The PolyConf conference took place in the end of June. It unites polyglot programmers focusing on new as well as functional programming languages.

This is my overview of its most interesting ideas.

Rib: Requests in Batches

Jan Stępień presented his experience on implementing an inter-dependent batch HTTP requests handler called Rib.

Clients need to fetch complex data structures in order to display the application content. They usually make several API requests to achieve that. GraphQL and Falcor are the most popular ways to solve it by providing a way to request only the data that the client needs in a specific form. This sounds awesome, but comes with a cost - one has to define how to retrieve the data.

If you just want to batch your requests - Rib helps. The client sends a single request specifying what requests should be made. Rib returns all the responses. If any request fails - it returns a failure response.

Dependent requests are supported as well - read more here.

The service allows you to achieve the result fast, but it puts a load on your clients. This may become difficult when you have applications for several platforms.

Watch the video.

Why System Programming is for Everyone

Julia Evans shared her magical tricks on how to debug any kind of systems. Once you face a performance and looking at the code fails to give you a clue of what’s wrong - think outside the box. Check what system is telling you about memory and CPU consumption, disk writes, as well as networking stats. Linux tools she recommended are strace, dstat, tcpdump + wireshark, perf.

She encouraged us to experiment following these rules:

  • It doesn’t have to work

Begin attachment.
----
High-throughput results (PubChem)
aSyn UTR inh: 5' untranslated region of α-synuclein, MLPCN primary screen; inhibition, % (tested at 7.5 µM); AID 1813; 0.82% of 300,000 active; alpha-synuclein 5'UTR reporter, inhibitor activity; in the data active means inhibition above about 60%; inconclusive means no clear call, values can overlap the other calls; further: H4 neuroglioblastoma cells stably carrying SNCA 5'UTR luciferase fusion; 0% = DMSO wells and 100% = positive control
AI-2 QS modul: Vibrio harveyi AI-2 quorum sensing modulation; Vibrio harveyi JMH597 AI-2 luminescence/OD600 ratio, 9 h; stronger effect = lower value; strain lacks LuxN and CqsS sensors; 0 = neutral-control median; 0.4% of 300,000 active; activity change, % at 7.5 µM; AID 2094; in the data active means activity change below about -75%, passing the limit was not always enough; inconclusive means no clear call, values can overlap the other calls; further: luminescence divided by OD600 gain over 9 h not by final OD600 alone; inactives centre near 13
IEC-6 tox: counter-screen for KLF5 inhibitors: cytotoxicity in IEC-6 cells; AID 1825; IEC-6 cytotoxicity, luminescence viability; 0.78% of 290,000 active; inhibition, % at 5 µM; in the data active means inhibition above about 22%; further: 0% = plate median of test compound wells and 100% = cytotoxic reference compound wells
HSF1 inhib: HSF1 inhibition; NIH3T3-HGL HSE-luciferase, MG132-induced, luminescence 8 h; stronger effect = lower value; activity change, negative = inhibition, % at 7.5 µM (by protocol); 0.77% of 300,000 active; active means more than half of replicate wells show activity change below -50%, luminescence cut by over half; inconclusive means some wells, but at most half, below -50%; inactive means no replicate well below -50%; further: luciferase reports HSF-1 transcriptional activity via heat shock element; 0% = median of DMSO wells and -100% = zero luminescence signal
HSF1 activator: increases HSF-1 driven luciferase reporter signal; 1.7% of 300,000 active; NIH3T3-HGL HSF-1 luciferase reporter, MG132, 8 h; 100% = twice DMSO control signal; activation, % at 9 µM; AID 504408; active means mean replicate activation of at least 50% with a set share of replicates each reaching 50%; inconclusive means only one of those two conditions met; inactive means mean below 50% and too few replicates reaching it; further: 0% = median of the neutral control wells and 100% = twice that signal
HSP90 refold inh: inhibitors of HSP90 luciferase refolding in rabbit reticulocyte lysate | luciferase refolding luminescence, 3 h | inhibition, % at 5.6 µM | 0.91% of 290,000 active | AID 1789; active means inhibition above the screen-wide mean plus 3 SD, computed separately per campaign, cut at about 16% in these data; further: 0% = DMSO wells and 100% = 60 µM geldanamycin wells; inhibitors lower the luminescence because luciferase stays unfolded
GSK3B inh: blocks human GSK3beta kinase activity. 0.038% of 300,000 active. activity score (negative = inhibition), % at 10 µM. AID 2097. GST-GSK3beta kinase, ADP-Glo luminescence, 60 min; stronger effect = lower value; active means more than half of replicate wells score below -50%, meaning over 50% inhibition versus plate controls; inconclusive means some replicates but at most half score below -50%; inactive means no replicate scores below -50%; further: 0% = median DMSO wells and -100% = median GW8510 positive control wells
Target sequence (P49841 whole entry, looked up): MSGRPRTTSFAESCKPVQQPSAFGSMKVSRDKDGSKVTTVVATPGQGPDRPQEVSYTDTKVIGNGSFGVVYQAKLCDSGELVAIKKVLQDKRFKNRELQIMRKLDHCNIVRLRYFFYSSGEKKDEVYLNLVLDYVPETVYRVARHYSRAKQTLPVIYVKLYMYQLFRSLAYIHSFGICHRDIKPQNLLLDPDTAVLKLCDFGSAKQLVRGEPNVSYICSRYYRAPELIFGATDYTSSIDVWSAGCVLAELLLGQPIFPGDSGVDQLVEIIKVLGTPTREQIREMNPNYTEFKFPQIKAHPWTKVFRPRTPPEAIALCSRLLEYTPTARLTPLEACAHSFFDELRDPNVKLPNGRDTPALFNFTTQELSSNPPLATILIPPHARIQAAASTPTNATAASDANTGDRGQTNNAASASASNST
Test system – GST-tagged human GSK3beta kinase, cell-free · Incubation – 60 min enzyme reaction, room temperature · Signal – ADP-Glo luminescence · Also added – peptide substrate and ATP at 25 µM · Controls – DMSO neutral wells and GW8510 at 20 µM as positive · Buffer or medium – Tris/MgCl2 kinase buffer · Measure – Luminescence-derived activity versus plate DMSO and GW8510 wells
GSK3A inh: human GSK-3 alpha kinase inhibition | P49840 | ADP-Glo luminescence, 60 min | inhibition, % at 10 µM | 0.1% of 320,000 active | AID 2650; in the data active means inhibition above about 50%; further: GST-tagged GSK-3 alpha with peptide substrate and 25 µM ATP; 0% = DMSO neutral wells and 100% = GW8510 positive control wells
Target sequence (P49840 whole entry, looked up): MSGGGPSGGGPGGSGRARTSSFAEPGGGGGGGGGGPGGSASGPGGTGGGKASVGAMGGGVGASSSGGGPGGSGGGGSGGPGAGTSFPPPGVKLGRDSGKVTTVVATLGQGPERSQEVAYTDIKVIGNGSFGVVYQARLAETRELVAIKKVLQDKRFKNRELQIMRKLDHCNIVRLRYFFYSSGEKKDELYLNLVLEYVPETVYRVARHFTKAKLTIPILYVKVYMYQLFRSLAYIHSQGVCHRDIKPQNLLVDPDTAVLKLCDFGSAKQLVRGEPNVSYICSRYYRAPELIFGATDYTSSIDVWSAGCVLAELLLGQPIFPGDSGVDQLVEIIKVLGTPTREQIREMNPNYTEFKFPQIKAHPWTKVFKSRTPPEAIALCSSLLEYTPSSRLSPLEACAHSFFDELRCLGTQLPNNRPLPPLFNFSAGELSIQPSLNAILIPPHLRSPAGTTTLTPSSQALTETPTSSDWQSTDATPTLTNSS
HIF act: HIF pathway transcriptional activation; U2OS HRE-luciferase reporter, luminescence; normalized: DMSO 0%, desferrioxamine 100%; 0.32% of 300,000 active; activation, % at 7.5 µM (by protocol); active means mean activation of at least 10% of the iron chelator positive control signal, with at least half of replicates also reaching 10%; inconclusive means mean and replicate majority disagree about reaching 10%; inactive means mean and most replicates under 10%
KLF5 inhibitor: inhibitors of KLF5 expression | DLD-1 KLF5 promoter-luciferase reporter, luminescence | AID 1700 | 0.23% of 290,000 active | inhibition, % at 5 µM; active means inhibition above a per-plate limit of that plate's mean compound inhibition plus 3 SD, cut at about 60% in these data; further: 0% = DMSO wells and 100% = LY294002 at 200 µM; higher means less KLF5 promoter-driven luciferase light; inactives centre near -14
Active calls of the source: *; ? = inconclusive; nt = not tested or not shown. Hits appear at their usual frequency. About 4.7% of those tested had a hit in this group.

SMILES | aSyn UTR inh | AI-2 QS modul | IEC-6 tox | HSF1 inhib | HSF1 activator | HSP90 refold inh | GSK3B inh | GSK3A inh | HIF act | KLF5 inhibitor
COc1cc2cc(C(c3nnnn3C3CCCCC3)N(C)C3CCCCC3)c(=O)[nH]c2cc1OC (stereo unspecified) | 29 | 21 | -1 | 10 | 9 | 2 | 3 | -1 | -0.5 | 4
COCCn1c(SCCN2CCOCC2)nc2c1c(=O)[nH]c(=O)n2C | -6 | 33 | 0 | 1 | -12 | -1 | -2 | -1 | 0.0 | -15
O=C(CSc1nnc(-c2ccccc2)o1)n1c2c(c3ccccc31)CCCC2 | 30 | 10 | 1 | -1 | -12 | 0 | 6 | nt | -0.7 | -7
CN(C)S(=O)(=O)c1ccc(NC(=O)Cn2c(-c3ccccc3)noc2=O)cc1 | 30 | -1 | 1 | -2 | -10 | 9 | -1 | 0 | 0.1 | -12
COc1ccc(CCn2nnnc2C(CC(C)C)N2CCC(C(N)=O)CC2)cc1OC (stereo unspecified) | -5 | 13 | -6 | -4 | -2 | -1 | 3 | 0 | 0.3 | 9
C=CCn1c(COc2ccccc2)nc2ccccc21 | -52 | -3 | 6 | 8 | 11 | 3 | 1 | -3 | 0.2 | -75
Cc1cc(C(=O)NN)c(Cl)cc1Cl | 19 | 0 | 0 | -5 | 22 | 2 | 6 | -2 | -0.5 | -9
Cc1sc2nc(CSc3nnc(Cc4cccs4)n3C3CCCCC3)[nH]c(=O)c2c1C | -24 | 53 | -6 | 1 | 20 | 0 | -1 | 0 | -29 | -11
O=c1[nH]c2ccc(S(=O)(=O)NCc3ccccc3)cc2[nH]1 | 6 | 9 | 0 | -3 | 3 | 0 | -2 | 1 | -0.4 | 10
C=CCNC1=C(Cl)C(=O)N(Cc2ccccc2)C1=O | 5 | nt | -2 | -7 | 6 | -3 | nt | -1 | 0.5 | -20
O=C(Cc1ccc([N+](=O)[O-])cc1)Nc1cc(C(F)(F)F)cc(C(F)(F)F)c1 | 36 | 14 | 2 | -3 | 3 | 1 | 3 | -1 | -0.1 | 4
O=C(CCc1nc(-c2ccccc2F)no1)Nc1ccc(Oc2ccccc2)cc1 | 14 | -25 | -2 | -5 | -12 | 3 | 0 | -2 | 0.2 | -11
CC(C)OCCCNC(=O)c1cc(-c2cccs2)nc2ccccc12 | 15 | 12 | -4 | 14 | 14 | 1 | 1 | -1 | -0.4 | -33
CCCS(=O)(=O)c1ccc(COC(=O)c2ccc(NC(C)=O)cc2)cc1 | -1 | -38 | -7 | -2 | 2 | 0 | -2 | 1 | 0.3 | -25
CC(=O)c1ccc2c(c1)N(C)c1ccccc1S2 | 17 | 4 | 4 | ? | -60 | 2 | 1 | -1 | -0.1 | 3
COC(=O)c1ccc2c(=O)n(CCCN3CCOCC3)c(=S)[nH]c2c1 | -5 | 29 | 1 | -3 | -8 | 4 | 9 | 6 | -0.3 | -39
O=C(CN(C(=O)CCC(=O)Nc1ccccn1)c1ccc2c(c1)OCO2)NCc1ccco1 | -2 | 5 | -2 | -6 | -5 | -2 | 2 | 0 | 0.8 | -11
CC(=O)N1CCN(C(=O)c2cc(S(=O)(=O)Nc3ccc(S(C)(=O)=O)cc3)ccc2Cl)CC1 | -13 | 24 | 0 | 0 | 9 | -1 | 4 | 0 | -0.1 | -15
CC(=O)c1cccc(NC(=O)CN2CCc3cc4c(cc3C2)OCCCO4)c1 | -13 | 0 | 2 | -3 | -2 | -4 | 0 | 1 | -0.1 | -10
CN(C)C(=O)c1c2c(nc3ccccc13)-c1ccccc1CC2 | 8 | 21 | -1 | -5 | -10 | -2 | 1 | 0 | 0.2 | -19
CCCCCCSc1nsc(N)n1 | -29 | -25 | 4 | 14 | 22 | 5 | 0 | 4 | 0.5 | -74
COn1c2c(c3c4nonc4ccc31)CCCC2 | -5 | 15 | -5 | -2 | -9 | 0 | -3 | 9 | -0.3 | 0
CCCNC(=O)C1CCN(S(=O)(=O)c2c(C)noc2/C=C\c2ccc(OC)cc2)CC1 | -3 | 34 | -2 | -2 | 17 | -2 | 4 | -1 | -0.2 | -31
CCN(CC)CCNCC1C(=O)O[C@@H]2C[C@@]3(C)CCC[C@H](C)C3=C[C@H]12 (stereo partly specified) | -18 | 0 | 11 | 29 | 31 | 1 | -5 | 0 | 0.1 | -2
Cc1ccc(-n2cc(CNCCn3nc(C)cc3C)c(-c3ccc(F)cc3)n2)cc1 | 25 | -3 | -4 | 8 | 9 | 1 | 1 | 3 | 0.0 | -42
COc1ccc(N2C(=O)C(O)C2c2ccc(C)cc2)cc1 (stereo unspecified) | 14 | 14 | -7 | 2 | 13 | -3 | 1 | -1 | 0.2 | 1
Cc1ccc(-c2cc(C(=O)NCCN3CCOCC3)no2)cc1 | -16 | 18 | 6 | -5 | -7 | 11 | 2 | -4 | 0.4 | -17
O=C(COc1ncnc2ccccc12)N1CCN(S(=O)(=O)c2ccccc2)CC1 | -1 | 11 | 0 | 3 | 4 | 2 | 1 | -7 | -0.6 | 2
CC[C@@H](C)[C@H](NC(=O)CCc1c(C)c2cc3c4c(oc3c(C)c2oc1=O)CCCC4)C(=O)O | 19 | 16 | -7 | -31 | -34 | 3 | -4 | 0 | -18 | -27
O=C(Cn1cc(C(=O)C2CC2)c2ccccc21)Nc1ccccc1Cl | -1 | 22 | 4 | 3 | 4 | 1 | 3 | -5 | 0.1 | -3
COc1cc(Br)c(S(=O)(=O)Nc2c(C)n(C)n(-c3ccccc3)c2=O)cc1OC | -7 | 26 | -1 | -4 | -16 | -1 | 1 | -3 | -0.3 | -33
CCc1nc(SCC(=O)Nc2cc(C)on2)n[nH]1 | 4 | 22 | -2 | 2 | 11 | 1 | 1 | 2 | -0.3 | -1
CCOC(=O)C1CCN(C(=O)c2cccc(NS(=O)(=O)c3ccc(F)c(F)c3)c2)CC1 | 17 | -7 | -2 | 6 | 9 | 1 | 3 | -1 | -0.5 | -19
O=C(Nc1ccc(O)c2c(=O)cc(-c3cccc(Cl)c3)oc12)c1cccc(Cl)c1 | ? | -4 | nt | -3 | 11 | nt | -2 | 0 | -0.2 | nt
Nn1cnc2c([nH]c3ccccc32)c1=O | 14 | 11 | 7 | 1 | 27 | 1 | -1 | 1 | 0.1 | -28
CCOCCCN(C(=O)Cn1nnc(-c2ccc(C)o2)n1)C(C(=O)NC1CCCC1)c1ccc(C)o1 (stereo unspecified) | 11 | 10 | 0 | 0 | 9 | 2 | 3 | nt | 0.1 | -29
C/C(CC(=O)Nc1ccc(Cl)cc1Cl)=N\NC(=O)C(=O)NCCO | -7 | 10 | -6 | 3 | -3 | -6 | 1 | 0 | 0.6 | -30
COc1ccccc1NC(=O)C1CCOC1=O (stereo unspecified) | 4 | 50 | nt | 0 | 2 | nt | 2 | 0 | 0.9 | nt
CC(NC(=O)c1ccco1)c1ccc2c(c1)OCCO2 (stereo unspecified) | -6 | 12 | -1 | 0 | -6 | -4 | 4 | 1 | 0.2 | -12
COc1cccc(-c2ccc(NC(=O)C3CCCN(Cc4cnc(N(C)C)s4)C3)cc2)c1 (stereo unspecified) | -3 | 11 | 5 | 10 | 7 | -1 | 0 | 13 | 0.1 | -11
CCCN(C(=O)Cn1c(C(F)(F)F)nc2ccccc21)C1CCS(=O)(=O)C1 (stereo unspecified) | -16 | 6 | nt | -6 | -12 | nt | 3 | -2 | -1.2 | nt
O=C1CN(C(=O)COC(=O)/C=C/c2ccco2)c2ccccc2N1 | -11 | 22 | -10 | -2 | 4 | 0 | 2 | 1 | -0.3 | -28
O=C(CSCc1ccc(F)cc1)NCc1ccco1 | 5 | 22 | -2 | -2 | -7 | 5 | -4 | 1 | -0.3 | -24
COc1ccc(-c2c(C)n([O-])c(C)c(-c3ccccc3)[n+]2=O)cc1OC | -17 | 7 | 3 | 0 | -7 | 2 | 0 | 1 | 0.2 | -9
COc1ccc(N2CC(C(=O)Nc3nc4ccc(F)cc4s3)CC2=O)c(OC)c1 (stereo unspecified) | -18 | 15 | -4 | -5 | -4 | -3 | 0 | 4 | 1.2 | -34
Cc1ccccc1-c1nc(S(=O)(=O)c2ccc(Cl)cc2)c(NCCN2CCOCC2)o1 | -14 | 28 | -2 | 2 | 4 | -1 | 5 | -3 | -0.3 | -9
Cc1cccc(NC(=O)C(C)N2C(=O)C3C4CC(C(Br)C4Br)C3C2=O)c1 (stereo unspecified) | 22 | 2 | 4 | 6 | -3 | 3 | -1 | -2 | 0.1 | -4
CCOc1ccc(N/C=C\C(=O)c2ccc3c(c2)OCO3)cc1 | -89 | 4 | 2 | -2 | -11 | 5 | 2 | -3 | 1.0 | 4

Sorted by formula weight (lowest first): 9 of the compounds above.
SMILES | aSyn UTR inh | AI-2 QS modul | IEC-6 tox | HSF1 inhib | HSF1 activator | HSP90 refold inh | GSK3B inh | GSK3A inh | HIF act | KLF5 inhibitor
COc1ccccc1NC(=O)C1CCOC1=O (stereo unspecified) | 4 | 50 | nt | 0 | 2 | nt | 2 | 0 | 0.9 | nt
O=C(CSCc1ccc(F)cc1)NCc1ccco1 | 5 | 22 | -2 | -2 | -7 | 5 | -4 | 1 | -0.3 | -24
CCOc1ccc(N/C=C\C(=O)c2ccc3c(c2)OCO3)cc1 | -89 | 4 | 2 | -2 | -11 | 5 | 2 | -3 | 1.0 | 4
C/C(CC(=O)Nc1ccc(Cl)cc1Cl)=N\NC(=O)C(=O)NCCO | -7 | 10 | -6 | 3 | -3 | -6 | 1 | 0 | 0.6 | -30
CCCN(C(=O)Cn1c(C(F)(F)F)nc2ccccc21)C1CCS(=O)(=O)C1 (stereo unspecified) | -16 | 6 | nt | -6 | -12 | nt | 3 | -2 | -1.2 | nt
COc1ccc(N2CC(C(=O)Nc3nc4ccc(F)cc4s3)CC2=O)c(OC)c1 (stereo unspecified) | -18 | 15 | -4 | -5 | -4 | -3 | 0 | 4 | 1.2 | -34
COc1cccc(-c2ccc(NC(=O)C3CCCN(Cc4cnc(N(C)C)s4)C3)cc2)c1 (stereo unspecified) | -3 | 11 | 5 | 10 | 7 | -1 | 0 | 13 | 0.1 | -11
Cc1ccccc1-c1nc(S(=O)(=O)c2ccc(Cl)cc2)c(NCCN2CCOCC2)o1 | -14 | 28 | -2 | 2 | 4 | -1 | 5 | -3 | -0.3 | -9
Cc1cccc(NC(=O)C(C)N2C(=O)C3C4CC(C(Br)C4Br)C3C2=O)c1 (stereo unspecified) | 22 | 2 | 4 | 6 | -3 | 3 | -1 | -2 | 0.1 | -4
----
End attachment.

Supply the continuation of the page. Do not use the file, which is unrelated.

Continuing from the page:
• You don’t have to finish it
  • You have to learn something

Read more in Julia’s blog post.

Watch the video.

Elm for JavaScript developers

Jack Franklin introduced us to Elm - a statically typed functional language that strives to make web development fast. It provides easy to use abstractions and ensures, at the compile step, that there will be almost no runtime exceptions. It compiles to JavaScript to run on browsers. Currently it is a language-framework. But it might be separated into a general purpose language and framework/libraries for building web applications.

Watch the video.

Yan Cui took us through process of creating a snake game with Elm in his talk “My adventure with Elm”. It was fast and entertaining. The nice part ways that it was easy to follow. I like the way Elm structures web applications’ development. We saw how the code organization principles help the compiler to spot runtime exceptions during development. It looked great.

If you are excited about Elm - give it a try. Play around and learn. It will change the way you think about web development.

I would not recommend running it in production yet. The language is very young, lacks an ecosystem and might have a backwards incompatible evolution.

Watch the video.

The Seif Project

Douglas Crockford gave us an update about the Seif project’s progress. It focuses on creating a secure-by-design web. There’s a lot we’ve learned from the Internet’s evolution and there are a lot of legacy features which complicate security issues. Douglas created a new protocol to change the way we communicate. The project is open-source.

It is a bold idea which will face a lot of challenges - technical, political and social ones, but it may succeed.

Watch the video.


Serdar Dogruyol talked about Kemal - a fast micro web framework written in Crystal. I would not use it for big projects yet, but it might be a very good fit for small performant micro-services written in ruby-like language. Speed and expression combined - that’s a rare thing.

Watch the video.

Overtone and shadertone

Arne Brasseur entertained us with music generated in real time and visualizations in overtone and shadertone. Teaser - he has a good taste in music.

Watch the video.

Git commands

Krzysztof Gogolewski made a short demo on some rarely used cool git commands:

git diff --compaction-heuristic # better diff
git diff --color-words          # highlights single line changes
git push --force-with-lease     # don't override if not most recent

All videos

There’s a lot more fun and useful stuff - check out all the videos on YouTube.